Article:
National Book Award-winner and MacArthur “Genius Grant” recipient Jacqueline Woodson is one of the nation’s most acclaimed authors writing for children, adolescents, and adults.
Weaving together lyrical language and powerful imagery to create rich and emotional stories, her work explores the complex intersections of race, class, gender, family, and American history. With more than two dozen award-winning books to her credit, her bestsellers include Red at the Bone, the National Book Award-winning Brown Girl Dreaming, and the Newbery Honor-Winning titles: After Tupac and D Foster, Feathers, and Show Way.
While she struggled with reading as a child, she recognized early on that writing made her happiest. An enduring love of narrative drove her to create worlds that reflect the lives of people from all walks of life. The breadth of her storytelling is remarkable, ranging from fiction, to poetry, to picture books—and she moves fluidly between adult fiction and writing for young people.
“Sometimes we read to understand the future. Sometimes we read to understand the past. We read to get lost, to forget the hard times we’re living in, and we read to remember those who came before us, who lived through something harder. I write for those same reasons.”
—Jacqueline Woodson, TED Talk (over 2 million views)
Her memoir-in-verse, Brown Girl Dreaming, tells the story of her childhood in South Carolina and New York during the 1960s and 70s, following a thread from slavery through Reconstruction, Jim Crow, and the civil rights movement. In addition to winning the 2014 National Book Award for Young People’s Literature, this “soaring choral poem of a novel” (Vanity Fair), also won the Coretta Scott King Award, a Newbery Honor Award, an NAACP Image Award, and the Sibert Honor Award. The New York Times Book Review proclaimed, “this is a book full of poems that cry out to be learned by heart. These are poems that will, for years to come, be stored in our bloodstream.”
Woodson’s novels for adults have been similarly acclaimed and explore themes of coming of age, family, and memory. Her 2016 New York Times bestseller, Another Brooklyn, was her first adult fiction in two decades and elicited wide critical-acclaim, and was a finalist for the National Book Award. Transporting readers to 1970s Brooklyn—where four young women on the cusp of adulthood navigate the promise and peril of growing up—the story “asks urgent questions” and “delivers uneasy, heartbreaking answers. At its core, this book is about fragility, how light shines in the broken places” (Anisfield-Wolf Book Awards).
Inspired by her own childhood in Brooklyn’s Bushwick neighborhood—dubbed “The Matchbox” by the local papers because of the arson fires that consumed it during the ’70s and ’80s—Remember Us (out this October) is Woodson’s newest middle grade novel that captures a transformative summer in the life of a twelve-year-old girl as she watches much of her world change, from her friendships to the nature of her beloved neighborhood. Praising the book, Kirkus Starred Review says, “Woodson has crafted a beautifully lyrical narrative of change, healing, and growth. Her ability to evoke time and place is masterful; every word feels perfectly chosen.”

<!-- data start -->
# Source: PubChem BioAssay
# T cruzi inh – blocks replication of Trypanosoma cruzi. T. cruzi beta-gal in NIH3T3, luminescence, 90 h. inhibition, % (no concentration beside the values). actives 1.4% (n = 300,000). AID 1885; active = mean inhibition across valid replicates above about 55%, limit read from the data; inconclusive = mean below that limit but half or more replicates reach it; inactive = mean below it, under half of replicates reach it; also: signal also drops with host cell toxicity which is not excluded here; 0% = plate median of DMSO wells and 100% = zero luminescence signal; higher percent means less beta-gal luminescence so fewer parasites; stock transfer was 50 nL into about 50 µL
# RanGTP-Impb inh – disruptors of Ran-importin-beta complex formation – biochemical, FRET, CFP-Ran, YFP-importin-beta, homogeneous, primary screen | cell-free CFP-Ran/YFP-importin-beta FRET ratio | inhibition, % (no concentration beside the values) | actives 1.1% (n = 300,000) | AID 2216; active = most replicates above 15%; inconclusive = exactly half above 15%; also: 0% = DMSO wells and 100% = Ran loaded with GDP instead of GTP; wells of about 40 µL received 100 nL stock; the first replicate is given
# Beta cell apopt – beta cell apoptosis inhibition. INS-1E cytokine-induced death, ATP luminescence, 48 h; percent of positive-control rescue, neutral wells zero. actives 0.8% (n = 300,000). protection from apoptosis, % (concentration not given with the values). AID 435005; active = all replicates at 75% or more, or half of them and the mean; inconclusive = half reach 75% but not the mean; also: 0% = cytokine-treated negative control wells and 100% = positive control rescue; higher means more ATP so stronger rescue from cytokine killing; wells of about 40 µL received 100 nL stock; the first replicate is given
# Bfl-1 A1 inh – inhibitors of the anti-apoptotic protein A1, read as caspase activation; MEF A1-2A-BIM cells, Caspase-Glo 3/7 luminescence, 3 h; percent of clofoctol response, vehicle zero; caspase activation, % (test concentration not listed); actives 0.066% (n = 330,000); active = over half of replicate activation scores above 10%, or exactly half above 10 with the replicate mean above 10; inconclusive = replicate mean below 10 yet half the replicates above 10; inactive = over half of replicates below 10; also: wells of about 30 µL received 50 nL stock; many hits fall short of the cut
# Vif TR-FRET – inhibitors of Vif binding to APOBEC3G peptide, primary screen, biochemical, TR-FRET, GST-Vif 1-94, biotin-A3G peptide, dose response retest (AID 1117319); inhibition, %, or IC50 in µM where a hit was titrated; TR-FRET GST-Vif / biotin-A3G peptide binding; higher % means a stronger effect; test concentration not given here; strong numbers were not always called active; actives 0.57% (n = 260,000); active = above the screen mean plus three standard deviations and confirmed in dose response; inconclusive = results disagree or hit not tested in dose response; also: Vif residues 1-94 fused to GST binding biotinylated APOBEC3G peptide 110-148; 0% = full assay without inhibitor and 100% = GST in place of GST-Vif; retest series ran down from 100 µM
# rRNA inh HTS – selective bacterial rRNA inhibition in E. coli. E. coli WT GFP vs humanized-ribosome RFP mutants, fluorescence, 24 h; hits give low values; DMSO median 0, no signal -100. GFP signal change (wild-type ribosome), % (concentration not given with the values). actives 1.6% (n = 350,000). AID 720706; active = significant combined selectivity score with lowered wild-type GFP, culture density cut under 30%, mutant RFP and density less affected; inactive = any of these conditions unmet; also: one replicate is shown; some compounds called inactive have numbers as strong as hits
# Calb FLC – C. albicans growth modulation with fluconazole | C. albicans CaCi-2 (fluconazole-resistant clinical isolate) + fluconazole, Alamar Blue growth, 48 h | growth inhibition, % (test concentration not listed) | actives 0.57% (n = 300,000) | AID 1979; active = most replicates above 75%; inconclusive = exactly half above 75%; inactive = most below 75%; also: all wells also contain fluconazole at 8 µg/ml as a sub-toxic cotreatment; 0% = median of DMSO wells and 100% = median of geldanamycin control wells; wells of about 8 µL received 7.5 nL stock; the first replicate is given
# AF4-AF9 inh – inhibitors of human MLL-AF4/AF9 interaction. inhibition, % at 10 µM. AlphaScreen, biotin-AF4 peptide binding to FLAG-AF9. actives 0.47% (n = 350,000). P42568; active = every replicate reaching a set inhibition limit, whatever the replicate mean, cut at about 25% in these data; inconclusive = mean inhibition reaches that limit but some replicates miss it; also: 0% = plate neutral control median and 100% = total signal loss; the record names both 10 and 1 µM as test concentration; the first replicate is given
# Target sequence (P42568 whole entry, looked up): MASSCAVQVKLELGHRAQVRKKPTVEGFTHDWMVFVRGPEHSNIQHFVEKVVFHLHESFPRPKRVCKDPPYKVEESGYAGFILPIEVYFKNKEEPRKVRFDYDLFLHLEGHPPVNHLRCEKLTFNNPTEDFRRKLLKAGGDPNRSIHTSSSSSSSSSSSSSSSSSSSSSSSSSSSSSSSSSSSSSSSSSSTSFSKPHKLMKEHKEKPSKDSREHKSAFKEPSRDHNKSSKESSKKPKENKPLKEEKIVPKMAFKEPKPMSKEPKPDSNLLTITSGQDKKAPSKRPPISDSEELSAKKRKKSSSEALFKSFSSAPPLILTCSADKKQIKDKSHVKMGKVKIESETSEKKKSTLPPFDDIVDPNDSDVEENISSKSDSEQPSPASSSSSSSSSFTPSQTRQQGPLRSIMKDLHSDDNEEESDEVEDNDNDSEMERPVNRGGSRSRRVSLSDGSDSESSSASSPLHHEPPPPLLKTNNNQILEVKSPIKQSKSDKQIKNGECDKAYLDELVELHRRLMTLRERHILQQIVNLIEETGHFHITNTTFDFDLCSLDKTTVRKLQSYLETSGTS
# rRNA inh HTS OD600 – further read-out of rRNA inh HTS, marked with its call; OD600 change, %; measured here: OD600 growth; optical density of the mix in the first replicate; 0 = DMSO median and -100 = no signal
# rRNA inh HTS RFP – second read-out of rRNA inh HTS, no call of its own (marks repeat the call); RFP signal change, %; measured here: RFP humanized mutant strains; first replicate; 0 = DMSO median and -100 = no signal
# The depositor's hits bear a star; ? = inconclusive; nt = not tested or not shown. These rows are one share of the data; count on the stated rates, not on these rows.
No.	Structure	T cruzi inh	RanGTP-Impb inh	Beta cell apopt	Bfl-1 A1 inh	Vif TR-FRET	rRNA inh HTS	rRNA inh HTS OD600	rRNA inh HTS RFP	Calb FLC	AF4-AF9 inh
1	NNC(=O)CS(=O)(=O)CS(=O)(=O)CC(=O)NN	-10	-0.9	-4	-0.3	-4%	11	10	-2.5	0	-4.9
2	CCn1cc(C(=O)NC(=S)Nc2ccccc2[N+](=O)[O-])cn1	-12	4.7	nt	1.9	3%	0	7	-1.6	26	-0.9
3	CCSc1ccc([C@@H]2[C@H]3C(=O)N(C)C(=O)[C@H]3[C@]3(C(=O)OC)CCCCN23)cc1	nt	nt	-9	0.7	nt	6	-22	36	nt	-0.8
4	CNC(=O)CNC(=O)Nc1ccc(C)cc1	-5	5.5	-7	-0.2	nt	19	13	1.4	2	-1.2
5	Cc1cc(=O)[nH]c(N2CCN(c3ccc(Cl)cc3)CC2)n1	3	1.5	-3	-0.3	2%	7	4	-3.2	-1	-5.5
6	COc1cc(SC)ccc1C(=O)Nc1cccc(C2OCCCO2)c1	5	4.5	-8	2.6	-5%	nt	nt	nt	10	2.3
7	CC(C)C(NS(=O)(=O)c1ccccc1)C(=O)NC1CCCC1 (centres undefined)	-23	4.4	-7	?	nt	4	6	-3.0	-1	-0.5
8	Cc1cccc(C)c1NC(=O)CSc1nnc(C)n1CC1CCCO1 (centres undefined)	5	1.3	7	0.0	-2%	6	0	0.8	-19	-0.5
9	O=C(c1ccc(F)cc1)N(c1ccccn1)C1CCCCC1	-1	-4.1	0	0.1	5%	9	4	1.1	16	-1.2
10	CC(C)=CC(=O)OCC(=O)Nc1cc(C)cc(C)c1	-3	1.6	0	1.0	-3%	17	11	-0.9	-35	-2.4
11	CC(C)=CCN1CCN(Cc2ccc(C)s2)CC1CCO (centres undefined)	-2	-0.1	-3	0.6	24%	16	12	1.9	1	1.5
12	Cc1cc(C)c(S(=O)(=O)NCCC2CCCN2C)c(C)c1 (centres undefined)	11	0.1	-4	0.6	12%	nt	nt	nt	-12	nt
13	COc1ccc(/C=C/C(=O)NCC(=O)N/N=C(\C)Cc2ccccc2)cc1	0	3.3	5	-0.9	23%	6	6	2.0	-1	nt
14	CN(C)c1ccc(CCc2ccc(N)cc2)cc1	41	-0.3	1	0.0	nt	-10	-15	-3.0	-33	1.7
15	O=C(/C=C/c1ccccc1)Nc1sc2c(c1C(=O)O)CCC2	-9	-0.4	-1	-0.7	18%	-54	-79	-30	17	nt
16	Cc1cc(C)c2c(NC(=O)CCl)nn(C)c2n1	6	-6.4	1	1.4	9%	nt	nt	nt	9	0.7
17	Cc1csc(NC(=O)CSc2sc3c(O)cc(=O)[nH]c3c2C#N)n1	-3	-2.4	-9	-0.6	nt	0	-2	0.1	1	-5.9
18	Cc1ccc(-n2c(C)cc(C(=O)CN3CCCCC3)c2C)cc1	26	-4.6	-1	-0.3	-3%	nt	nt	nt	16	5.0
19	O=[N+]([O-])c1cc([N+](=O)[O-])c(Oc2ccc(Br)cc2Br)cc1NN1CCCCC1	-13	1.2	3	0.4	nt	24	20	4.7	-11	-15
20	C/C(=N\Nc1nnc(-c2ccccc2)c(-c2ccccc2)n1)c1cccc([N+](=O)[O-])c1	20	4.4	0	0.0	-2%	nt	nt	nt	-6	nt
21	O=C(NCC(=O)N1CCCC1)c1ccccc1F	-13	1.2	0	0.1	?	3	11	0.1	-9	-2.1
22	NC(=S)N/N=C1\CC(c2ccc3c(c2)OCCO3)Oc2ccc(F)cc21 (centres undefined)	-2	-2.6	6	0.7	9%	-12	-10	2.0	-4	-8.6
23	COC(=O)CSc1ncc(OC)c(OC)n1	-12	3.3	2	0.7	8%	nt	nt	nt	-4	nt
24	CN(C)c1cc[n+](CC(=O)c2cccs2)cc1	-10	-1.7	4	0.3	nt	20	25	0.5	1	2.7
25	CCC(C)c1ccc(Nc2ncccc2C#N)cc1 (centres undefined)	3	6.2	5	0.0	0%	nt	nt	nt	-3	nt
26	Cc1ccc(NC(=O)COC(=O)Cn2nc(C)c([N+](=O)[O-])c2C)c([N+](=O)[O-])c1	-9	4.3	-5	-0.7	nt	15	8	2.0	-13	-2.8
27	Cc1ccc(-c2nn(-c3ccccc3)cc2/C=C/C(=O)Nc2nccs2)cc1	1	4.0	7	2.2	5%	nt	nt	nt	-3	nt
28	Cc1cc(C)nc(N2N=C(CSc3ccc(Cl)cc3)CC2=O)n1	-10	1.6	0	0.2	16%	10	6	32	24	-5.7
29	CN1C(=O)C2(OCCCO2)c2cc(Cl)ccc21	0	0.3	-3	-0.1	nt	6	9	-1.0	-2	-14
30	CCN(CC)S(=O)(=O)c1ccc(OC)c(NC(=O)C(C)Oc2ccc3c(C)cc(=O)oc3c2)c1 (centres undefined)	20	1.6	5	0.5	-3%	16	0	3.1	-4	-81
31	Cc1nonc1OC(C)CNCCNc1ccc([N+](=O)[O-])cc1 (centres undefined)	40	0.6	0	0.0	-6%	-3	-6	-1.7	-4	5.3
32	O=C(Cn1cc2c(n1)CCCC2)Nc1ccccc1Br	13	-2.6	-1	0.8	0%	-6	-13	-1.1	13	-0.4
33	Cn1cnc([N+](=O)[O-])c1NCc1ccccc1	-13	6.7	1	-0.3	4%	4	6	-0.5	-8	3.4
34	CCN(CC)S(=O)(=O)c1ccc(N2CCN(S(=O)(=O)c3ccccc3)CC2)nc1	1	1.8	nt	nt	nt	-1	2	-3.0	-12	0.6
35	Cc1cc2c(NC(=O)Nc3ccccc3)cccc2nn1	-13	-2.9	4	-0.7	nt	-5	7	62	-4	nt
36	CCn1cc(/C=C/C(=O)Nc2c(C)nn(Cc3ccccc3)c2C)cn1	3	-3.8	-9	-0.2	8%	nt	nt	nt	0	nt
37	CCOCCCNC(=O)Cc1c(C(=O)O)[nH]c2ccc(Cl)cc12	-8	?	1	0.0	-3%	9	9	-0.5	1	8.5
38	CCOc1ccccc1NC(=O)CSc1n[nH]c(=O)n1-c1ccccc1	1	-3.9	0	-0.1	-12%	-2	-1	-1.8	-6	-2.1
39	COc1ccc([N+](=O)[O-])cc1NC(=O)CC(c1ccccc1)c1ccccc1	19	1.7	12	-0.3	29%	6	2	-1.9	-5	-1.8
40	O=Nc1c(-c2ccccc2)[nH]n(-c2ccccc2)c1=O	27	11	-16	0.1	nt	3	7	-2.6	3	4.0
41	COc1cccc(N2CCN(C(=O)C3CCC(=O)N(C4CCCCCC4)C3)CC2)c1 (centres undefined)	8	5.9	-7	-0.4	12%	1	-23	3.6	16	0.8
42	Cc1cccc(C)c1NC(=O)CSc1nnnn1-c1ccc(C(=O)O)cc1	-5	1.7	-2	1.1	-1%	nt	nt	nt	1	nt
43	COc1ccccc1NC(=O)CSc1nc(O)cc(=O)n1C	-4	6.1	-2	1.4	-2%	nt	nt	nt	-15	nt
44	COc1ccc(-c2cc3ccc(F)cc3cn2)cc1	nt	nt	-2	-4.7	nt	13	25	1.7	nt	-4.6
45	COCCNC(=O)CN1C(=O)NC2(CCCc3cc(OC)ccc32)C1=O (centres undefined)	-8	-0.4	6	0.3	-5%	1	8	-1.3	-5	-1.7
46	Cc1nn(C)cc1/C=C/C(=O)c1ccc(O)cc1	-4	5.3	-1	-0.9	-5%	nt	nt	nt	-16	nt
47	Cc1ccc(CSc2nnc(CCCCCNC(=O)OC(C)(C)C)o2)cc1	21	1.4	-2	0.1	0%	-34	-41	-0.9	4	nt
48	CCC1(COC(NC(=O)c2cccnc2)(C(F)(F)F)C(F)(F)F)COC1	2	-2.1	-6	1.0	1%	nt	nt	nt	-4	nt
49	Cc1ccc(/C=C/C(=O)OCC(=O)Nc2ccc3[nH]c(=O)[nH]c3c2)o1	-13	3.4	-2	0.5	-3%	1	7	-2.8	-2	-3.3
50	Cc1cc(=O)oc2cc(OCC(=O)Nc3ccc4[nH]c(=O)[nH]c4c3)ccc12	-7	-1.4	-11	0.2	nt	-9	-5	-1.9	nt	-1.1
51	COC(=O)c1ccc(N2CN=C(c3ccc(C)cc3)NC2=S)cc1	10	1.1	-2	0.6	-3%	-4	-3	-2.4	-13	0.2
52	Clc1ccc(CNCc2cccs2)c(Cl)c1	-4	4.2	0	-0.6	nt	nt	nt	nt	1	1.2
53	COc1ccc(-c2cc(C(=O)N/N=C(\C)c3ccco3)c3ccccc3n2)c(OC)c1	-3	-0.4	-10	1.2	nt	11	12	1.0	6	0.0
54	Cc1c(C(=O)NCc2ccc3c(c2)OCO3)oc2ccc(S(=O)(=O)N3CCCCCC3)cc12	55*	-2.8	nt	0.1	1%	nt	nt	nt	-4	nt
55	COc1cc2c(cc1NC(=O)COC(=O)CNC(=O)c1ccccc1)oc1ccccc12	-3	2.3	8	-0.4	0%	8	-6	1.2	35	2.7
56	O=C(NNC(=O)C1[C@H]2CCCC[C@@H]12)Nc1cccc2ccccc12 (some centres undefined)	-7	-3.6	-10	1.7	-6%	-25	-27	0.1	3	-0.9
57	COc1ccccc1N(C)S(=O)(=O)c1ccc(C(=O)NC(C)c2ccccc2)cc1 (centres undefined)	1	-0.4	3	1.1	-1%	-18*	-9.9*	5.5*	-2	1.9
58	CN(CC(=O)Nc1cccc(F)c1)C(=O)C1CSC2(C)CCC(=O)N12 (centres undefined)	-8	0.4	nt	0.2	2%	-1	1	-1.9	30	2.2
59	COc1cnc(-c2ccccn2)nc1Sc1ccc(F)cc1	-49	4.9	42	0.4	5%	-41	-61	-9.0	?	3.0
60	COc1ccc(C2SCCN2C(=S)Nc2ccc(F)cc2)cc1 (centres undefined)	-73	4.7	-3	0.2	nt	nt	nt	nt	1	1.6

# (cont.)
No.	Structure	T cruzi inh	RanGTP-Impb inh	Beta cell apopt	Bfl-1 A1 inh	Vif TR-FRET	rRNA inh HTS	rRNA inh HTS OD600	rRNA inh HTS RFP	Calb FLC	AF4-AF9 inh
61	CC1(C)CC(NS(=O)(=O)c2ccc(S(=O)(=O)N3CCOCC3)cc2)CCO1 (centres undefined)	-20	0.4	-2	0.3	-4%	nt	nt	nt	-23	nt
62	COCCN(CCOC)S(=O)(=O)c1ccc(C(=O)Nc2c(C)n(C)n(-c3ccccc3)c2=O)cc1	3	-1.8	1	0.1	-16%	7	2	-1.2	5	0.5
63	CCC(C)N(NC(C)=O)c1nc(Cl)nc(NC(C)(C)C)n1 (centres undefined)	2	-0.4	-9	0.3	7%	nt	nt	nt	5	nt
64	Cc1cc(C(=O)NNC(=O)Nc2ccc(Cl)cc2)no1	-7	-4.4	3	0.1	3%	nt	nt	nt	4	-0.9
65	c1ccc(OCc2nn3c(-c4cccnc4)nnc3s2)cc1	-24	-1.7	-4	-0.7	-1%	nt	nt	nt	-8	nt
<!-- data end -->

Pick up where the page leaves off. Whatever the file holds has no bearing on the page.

Her readership across age cohorts continues to grow, and her most recent adult fiction title, Red at the Bone, was a 2019 New York Times bestseller and Notable Book of the Year, as well as a NAACP finalist for outstanding literary work in fiction. In this “poignant tale of choices and their aftermath” (Tayari Jones, writing in O: The Oprah Magazine), an unexpected teenage pregnancy pulls together two families from different social classes, exploring their histories – reaching back to the Tulsa race massacre of 1921 – and exposing the private hopes, disappointments, and longings that can bind or divide us from each other. The book “manages to encompass issues of class, education, ambition, racial prejudice, sexual desire and orientation, identity, mother-daughter relationships, parenthood and loss” (NPR).
“I think of her as a person with very few limits, whether that’s moving between poetry and prose, whether that’s moving between adult and young reader.”
—Lisa Lucas, former Executive Director of the National Book Foundation
Among her many accolades, Woodson served as the Young People’s Poet Laureate from 2015 to 2017, received the 2018 Astrid Lindgren Memorial Award, and was the National Ambassador for Young People’s Literature by the Library of Congress for 2018-2019. In 2020, she was awarded the Hans Christian Andersen Medal, the most prestigious international award recognizing authors and illustrators of children’s literature, and then later that year named a MacArthur “Genius Grant” fellow.
A recipient of a 2023 Guggenheim Fellowship, Woodson is the founder of the Baldwin Center for the Arts in New York State, an artist residency program providing a safe and nurturing space for Artists of The Global Majority. She lives in Brooklyn with her family.here.